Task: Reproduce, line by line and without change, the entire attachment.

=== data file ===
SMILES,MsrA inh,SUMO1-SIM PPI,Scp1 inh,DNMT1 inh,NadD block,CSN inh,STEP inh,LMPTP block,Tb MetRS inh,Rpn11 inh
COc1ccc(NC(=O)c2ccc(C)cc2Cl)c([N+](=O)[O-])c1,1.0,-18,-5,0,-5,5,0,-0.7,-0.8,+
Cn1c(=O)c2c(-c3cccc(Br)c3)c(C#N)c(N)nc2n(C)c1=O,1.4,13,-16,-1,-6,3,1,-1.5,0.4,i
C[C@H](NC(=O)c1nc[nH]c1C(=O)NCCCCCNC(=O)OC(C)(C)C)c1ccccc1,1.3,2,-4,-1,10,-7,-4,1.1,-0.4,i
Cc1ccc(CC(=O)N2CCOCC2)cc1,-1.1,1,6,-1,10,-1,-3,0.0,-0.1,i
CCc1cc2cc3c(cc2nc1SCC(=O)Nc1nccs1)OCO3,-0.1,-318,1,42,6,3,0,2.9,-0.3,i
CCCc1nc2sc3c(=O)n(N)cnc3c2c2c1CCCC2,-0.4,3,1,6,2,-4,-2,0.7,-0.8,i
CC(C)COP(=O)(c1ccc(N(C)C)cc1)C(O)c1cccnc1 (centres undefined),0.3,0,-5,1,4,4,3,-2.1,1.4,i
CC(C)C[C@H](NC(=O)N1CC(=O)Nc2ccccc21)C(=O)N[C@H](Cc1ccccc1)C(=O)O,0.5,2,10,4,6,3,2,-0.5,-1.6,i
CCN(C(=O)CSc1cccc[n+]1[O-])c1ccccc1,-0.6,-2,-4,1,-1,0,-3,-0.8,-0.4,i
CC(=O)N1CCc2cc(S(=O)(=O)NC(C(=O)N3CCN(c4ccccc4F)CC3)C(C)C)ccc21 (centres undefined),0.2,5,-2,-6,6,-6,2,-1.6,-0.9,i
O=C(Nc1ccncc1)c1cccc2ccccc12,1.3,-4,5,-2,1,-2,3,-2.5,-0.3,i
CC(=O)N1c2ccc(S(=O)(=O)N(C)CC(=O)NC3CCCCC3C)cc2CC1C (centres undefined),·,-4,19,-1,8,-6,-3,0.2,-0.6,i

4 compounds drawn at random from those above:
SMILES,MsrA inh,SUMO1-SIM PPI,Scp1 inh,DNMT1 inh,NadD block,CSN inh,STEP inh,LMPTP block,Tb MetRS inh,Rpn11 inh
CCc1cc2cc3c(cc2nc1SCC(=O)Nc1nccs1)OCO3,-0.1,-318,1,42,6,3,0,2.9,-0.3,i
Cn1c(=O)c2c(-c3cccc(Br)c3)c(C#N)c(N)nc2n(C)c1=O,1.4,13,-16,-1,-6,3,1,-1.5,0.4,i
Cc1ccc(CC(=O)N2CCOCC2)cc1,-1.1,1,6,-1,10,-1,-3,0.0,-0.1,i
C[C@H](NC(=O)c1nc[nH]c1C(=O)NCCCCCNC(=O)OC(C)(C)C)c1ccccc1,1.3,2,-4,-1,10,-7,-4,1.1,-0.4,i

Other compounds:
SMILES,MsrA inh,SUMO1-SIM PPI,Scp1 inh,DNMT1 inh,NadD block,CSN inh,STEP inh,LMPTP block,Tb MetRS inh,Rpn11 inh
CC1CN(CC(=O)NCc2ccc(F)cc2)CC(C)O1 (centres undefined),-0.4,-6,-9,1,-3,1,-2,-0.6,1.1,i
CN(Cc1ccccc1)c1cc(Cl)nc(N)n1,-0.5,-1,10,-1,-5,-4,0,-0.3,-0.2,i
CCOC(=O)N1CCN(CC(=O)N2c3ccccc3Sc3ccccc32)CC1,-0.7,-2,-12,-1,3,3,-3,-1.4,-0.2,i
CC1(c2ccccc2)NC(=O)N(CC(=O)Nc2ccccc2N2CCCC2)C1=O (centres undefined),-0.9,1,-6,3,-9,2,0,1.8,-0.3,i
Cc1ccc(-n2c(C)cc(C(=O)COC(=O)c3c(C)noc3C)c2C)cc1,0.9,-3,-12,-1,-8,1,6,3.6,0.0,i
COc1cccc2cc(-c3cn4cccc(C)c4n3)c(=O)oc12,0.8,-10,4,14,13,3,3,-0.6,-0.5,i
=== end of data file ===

SMILES,MsrA inh,SUMO1-SIM PPI,Scp1 inh,DNMT1 inh,NadD block,CSN inh,STEP inh,LMPTP block,Tb MetRS inh,Rpn11 inh
COc1ccc(NC(=O)c2ccc(C)cc2Cl)c([N+](=O)[O-])c1,1.0,-18,-5,0,-5,5,0,-0.7,-0.8,+
Cn1c(=O)c2c(-c3cccc(Br)c3)c(C#N)c(N)nc2n(C)c1=O,1.4,13,-16,-1,-6,3,1,-1.5,0.4,i
C[C@H](NC(=O)c1nc[nH]c1C(=O)NCCCCCNC(=O)OC(C)(C)C)c1ccccc1,1.3,2,-4,-1,10,-7,-4,1.1,-0.4,i
Cc1ccc(CC(=O)N2CCOCC2)cc1,-1.1,1,6,-1,10,-1,-3,0.0,-0.1,i
CCc1cc2cc3c(cc2nc1SCC(=O)Nc1nccs1)OCO3,-0.1,-318,1,42,6,3,0,2.9,-0.3,i
CCCc1nc2sc3c(=O)n(N)cnc3c2c2c1CCCC2,-0.4,3,1,6,2,-4,-2,0.7,-0.8,i
CC(C)COP(=O)(c1ccc(N(C)C)cc1)C(O)c1cccnc1 (centres undefined),0.3,0,-5,1,4,4,3,-2.1,1.4,i
CC(C)C[C@H](NC(=O)N1CC(=O)Nc2ccccc21)C(=O)N[C@H](Cc1ccccc1)C(=O)O,0.5,2,10,4,6,3,2,-0.5,-1.6,i
CCN(C(=O)CSc1cccc[n+]1[O-])c1ccccc1,-0.6,-2,-4,1,-1,0,-3,-0.8,-0.4,i
CC(=O)N1CCc2cc(S(=O)(=O)NC(C(=O)N3CCN(c4ccccc4F)CC3)C(C)C)ccc21 (centres undefined),0.2,5,-2,-6,6,-6,2,-1.6,-0.9,i
O=C(Nc1ccncc1)c1cccc2ccccc12,1.3,-4,5,-2,1,-2,3,-2.5,-0.3,i
CC(=O)N1c2ccc(S(=O)(=O)N(C)CC(=O)NC3CCCCC3C)cc2CC1C (centres undefined),·,-4,19,-1,8,-6,-3,0.2,-0.6,i

4 compounds drawn at random from those above:
SMILES,MsrA inh,SUMO1-SIM PPI,Scp1 inh,DNMT1 inh,NadD block,CSN inh,STEP inh,LMPTP block,Tb MetRS inh,Rpn11 inh
CCc1cc2cc3c(cc2nc1SCC(=O)Nc1nccs1)OCO3,-0.1,-318,1,42,6,3,0,2.9,-0.3,i
Cn1c(=O)c2c(-c3cccc(Br)c3)c(C#N)c(N)nc2n(C)c1=O,1.4,13,-16,-1,-6,3,1,-1.5,0.4,i
Cc1ccc(CC(=O)N2CCOCC2)cc1,-1.1,1,6,-1,10,-1,-3,0.0,-0.1,i
C[C@H](NC(=O)c1nc[nH]c1C(=O)NCCCCCNC(=O)OC(C)(C)C)c1ccccc1,1.3,2,-4,-1,10,-7,-4,1.1,-0.4,i

Other compounds:
SMILES,MsrA inh,SUMO1-SIM PPI,Scp1 inh,DNMT1 inh,NadD block,CSN inh,STEP inh,LMPTP block,Tb MetRS inh,Rpn11 inh
CC1CN(CC(=O)NCc2ccc(F)cc2)CC(C)O1 (centres undefined),-0.4,-6,-9,1,-3,1,-2,-0.6,1.1,i
CN(Cc1ccccc1)c1cc(Cl)nc(N)n1,-0.5,-1,10,-1,-5,-4,0,-0.3,-0.2,i
CCOC(=O)N1CCN(CC(=O)N2c3ccccc3Sc3ccccc32)CC1,-0.7,-2,-12,-1,3,3,-3,-1.4,-0.2,i
CC1(c2ccccc2)NC(=O)N(CC(=O)Nc2ccccc2N2CCCC2)C1=O (centres undefined),-0.9,1,-6,3,-9,2,0,1.8,-0.3,i
Cc1ccc(-n2c(C)cc(C(=O)COC(=O)c3c(C)noc3C)c2C)cc1,0.9,-3,-12,-1,-8,1,6,3.6,0.0,i
COc1cccc2cc(-c3cn4cccc(C)c4n3)c(=O)oc12,0.8,-10,4,14,13,3,3,-0.6,-0.5,i